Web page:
• I didn’t really see a point to it? I slogged through all 417 pages of this book only to get a non-ending. That’s not even mentioning how bored I was the entire time I was reading this book.

Am I mad that I took the time to read this book? I guess not. Did I enjoy it even a little bit? No. I’m just disappointed, but since I loved Emergency Contact so much, I’m still planning to read whatever Mary H.K. Choi publishes next.


Have you read Permanent Record? Is it on your TBR?
Let’s talk in the comments!

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Book Review: Doll Bones by Holly Black

Doll Bones by Holly Black
Rating: ★★★☆☆
Links: Amazon • TBD • Goodreads
Publication Date: May 7, 2013
Source: Borrowed

Zach, Poppy and Alice have been friends for ever. They love playing with their action figure toys, imagining a magical world of adventure and heroism. But disaster strikes when, without warning, Zach’s father throws out all his toys, declaring he’s too old for them. Zach is furious, confused and embarrassed, deciding that the only way to cope is to stop playing . . . and stop being friends with Poppy and Alice.

But one night the girls pay Zach a visit, and tell him about a series of mysterious occurrences. Poppy swears that she is now being haunted by a china doll – who claims that it is made from the ground-up bones of a murdered girl. They must return the doll to where the girl lived, and bury it. Otherwise the three children will be cursed for eternity . . .

I’ve read a few of Holly Black’s books now and I think that I can safely say that I really enjoy her writing style. Her books are always really readable (or, in this case, listenable? is that a word? I’m a linguist and I just made it one) and Doll Bones is no exception. I found this book while scrolling through my library’s Overdrive and figured it would be the perfect book to listen to during Spooky Season.

I was pleasantly surprised that Doll Bones is about more than just, you know, the doll bones. More than anything else, it’s a coming-of-age story about Zach, who, along with his friends, loves crafting stories featuring his action figures, until his father decides he’s too old to play like that and throws out all of Zach’s toys. While Zach’s flat-out refusal to communicate with his friends about why exactly he wouldn’t be playing anymore was frustrating, I had to keep reminding myself that he’s literally twelve years old. I couldn’t expect him to act like an adult, and I don’t know many twelve year old boys who are tuned into their feelings enough to openly discuss them with their friends. (That said, I admittedly don’t know many twelve-year-olds in general.) There’s some really good commentary on what it means to grow up and how scary it can be.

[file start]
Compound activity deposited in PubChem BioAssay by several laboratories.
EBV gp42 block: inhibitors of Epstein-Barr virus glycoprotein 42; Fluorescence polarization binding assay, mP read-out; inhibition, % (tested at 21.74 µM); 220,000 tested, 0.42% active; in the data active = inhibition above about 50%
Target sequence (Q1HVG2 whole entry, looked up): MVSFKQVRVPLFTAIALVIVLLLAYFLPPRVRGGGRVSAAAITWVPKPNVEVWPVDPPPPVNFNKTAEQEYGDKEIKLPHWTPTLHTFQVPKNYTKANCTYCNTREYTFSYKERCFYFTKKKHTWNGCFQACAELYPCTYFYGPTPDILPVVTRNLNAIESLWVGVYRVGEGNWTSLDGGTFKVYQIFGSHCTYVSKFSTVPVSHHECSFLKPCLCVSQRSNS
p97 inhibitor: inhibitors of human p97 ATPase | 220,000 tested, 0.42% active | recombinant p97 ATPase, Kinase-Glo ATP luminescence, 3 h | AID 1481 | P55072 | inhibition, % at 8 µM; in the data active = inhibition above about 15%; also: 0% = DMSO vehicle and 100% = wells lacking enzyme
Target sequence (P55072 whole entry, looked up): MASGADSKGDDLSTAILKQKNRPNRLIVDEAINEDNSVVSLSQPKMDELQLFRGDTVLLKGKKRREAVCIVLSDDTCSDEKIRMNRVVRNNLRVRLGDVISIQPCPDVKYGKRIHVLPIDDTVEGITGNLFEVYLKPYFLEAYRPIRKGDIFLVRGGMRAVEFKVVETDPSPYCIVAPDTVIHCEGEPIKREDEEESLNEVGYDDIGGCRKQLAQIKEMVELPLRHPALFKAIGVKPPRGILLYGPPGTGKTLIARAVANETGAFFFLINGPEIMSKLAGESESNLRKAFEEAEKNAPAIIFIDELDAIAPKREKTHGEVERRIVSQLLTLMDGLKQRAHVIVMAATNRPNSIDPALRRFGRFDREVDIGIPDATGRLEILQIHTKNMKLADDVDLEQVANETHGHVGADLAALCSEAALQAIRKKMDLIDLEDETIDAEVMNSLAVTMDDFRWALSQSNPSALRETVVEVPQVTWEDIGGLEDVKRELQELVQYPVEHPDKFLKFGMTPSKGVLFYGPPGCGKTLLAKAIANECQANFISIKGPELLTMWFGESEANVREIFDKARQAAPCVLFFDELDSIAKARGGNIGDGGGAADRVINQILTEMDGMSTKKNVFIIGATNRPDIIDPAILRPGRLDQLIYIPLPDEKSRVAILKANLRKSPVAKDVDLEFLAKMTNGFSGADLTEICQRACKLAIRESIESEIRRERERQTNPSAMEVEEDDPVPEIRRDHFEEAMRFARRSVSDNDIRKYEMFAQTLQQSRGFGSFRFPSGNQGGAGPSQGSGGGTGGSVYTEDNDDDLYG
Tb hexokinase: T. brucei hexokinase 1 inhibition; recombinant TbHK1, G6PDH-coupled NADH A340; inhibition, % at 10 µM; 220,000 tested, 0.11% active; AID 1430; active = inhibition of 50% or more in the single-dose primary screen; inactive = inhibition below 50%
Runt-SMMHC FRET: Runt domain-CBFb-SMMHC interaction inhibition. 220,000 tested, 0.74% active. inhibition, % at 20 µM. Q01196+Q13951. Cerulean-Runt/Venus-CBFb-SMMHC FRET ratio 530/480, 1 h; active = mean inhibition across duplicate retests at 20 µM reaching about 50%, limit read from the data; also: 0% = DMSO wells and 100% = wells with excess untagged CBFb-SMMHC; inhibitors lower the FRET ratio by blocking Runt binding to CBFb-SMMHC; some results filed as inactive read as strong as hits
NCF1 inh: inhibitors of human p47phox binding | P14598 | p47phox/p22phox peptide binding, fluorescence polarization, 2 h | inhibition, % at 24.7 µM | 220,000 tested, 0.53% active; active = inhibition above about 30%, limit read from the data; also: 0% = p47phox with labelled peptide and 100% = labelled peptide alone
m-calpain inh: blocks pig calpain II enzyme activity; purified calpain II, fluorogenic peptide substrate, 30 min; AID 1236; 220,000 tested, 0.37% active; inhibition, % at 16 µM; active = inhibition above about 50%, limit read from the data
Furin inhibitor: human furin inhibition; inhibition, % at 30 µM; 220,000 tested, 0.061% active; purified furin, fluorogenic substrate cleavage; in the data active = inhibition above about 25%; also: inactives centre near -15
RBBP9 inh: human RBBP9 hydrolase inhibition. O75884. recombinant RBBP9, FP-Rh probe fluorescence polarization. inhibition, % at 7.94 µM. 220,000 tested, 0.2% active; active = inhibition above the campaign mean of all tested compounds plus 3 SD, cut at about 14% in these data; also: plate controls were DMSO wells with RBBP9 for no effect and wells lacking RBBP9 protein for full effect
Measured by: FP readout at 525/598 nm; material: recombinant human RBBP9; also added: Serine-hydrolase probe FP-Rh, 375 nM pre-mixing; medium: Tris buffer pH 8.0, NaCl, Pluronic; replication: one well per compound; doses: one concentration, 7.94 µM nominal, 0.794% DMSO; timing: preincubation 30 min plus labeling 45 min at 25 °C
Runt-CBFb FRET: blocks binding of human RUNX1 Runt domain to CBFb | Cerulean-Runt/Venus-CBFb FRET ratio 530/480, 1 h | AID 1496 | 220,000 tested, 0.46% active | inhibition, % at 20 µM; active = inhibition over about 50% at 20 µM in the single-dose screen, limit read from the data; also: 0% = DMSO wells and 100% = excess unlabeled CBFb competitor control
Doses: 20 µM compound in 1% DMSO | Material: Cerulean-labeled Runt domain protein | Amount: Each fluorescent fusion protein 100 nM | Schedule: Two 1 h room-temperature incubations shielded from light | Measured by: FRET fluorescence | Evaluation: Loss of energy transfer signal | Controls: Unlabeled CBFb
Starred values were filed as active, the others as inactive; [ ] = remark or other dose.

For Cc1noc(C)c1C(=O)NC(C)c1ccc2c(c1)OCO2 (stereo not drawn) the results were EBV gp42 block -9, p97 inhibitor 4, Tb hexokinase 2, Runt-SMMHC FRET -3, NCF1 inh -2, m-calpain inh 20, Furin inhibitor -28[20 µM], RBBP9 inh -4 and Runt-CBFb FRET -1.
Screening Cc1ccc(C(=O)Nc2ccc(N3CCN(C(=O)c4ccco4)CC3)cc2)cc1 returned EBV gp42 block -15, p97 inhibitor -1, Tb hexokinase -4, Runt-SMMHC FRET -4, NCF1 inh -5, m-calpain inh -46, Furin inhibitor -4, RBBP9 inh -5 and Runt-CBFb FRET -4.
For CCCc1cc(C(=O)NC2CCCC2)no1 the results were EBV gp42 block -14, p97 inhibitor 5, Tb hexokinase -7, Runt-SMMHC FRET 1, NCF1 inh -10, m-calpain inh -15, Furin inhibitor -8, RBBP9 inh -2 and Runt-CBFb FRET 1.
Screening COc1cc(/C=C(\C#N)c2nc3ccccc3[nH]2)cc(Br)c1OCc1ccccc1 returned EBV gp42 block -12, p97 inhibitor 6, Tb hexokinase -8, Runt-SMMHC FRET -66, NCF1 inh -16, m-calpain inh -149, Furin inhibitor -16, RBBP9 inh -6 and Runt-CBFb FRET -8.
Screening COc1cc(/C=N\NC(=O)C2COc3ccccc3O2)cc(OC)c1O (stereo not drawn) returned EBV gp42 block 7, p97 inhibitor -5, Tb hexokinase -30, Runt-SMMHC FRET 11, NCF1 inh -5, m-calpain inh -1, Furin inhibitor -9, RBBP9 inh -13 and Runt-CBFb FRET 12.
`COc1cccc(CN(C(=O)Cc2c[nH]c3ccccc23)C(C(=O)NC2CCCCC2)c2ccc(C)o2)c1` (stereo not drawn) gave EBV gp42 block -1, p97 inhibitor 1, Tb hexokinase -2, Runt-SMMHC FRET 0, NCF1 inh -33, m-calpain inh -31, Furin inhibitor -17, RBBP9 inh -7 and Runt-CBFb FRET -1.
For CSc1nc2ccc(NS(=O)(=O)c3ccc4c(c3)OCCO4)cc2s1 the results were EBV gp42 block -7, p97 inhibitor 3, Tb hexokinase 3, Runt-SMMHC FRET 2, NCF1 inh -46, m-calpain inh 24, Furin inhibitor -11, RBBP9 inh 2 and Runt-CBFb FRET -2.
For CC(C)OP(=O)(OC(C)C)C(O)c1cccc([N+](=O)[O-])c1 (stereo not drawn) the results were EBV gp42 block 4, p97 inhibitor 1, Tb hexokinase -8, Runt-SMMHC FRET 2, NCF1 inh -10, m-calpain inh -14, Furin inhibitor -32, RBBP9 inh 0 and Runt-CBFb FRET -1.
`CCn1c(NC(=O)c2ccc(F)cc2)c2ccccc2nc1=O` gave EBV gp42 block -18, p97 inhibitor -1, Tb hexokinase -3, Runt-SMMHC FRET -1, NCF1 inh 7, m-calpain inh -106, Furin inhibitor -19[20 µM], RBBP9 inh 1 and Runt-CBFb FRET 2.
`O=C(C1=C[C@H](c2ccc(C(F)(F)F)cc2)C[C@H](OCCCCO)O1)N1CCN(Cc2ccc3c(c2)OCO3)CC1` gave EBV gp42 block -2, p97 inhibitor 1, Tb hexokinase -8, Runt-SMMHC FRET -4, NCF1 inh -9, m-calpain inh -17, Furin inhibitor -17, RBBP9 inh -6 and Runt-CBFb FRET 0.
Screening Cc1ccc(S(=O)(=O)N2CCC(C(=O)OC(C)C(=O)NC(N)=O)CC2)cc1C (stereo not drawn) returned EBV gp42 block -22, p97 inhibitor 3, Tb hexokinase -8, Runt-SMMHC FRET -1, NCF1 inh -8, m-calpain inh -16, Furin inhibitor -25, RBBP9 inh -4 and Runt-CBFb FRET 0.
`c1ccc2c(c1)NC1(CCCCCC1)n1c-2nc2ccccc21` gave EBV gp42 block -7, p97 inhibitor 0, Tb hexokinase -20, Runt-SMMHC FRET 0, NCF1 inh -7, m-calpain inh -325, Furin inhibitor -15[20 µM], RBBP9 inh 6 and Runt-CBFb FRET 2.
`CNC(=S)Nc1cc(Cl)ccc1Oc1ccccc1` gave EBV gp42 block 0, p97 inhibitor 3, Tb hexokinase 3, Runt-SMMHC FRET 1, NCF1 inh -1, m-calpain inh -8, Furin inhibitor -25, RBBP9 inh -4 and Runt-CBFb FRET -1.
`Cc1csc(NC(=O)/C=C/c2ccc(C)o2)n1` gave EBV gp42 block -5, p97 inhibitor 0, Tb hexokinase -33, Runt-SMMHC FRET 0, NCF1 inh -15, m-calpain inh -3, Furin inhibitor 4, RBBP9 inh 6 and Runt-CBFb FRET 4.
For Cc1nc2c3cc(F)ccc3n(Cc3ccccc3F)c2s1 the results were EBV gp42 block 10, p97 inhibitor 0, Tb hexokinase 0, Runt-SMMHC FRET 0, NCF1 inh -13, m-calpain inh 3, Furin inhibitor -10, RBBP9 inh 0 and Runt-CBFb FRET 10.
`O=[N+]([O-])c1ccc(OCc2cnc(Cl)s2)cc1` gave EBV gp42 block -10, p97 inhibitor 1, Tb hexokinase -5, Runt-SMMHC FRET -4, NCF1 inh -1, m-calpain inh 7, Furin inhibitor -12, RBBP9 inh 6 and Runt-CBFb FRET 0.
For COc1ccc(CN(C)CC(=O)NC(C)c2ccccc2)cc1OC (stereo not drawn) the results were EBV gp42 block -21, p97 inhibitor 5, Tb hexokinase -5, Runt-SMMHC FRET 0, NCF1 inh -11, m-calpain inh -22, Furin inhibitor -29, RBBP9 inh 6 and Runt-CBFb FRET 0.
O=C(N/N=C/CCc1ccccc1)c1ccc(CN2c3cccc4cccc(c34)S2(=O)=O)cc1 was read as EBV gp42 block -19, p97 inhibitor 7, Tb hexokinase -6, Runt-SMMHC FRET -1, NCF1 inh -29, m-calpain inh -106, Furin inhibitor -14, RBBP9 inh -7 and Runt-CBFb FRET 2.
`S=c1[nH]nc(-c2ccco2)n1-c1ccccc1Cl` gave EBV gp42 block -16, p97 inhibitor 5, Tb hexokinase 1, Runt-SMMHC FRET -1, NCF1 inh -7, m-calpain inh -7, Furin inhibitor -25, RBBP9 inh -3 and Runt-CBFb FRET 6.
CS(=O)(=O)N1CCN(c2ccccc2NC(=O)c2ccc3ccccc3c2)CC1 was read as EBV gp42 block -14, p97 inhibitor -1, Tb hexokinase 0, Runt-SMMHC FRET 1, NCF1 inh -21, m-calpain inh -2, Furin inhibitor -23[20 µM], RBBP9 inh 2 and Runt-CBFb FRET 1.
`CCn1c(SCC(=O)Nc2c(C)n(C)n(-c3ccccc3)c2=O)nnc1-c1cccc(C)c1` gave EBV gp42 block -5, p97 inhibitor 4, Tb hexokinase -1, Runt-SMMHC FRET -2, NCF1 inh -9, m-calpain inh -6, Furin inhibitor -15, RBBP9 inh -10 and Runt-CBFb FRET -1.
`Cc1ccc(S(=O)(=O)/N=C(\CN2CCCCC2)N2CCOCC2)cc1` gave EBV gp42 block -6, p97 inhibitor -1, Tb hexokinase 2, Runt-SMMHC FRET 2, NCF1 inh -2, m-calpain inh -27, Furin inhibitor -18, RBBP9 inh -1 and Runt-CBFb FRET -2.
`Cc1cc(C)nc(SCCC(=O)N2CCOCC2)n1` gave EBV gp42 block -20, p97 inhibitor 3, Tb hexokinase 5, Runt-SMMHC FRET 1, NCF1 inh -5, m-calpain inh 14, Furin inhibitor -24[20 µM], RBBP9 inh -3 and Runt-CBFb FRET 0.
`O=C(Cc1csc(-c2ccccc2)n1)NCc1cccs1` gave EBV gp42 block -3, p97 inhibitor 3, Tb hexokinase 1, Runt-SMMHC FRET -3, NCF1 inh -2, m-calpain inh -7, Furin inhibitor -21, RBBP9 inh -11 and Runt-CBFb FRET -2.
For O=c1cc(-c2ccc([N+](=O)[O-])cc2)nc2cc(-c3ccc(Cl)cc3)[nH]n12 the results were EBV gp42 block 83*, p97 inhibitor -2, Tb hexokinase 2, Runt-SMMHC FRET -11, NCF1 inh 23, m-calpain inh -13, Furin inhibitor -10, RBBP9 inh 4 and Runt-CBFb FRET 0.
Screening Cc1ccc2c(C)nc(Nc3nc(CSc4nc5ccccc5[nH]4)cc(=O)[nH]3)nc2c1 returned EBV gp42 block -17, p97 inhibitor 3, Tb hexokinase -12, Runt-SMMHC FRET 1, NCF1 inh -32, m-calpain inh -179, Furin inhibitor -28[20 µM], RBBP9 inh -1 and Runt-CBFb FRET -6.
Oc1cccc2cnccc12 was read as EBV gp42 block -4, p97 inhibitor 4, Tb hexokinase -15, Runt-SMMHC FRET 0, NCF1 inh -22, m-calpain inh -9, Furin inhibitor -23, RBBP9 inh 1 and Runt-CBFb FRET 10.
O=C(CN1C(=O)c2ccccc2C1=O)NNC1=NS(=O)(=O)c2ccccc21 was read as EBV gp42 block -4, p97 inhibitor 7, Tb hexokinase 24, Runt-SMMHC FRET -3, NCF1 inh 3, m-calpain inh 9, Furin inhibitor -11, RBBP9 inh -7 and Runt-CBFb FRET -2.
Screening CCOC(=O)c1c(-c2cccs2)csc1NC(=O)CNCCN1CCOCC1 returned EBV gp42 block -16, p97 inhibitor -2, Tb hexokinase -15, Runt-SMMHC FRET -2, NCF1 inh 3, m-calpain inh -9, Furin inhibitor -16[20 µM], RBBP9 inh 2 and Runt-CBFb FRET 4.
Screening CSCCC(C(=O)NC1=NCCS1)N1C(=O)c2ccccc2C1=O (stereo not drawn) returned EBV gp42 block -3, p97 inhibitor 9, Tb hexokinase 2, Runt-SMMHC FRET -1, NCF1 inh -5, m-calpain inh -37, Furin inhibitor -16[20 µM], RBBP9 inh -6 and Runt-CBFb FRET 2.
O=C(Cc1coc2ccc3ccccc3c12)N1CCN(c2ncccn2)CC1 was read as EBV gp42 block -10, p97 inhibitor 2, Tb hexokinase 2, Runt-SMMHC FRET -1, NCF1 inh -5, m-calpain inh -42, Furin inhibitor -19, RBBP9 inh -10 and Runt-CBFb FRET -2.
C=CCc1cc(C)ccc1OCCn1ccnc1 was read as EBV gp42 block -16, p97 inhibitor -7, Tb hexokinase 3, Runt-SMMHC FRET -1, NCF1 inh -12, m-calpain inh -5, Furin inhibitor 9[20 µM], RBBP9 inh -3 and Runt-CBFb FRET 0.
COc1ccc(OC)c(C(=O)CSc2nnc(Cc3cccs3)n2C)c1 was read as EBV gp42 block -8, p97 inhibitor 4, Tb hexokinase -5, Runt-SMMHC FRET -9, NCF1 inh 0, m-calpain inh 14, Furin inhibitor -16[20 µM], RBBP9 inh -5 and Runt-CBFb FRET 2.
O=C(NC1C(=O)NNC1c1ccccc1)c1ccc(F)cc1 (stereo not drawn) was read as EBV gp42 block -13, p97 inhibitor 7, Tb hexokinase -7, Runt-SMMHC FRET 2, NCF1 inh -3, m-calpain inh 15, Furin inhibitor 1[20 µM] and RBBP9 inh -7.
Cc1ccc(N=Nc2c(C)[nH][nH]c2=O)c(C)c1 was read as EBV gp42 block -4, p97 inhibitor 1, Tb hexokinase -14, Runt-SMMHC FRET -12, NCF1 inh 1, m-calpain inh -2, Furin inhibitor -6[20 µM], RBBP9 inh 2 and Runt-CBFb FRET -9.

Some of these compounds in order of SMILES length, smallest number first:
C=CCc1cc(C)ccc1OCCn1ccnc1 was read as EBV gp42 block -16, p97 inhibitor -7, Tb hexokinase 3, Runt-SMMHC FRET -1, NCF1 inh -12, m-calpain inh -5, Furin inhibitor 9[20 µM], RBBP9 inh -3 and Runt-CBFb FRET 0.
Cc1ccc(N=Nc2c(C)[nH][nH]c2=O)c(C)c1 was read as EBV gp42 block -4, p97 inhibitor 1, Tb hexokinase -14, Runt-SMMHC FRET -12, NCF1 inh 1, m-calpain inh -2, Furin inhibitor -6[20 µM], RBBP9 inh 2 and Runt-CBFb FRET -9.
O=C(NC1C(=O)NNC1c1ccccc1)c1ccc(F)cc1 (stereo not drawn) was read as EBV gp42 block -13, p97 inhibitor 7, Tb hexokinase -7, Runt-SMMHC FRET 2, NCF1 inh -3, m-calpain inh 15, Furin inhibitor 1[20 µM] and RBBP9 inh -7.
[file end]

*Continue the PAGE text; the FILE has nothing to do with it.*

Then there’s the actual spooky story about a bone doll made out of the bones of a little girl who was murdered under mysterious circumstances. A number of things happen that could be real or imagined, and it’s never really clarified, which just makes things spookier.

One small critique is that I don’t think the romance was even remotely necessary and I was a little bit disappointed to see it even factor in to the plot. I guess a few people had paired off when I was twelve years old, but it definitely wasn’t a big part of my middle school life. More than anything, I think that particular plot felt a little forced.

Overall, I think this was a really well-written middle grade book! As an adult, there were a few things that rubbed me the wrong way, but I really can’t hold that against the book since I’m far from its intended audience.

Previously: The Cruel PrinceThe Coldest Girl in Coldtown


Have you read Doll Bones? Can you recommend any spooky MG books?
Let’s talk in the comments!

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Book review: The Cruel Prince by Holly Black

The Cruel Prince by Holly Black

Rating: ★★★★☆
Links: Amazon • TBD • Goodreads
Publication Date: January 2, 2018
Source: Purchased

Of course I want to be like them. They’re beautiful as blades forged in some divine fire. They will live forever.

And Cardan is even more beautiful than the rest. I hate him more than all the others. I hate him so much that sometimes when I look at him, I can hardly breathe.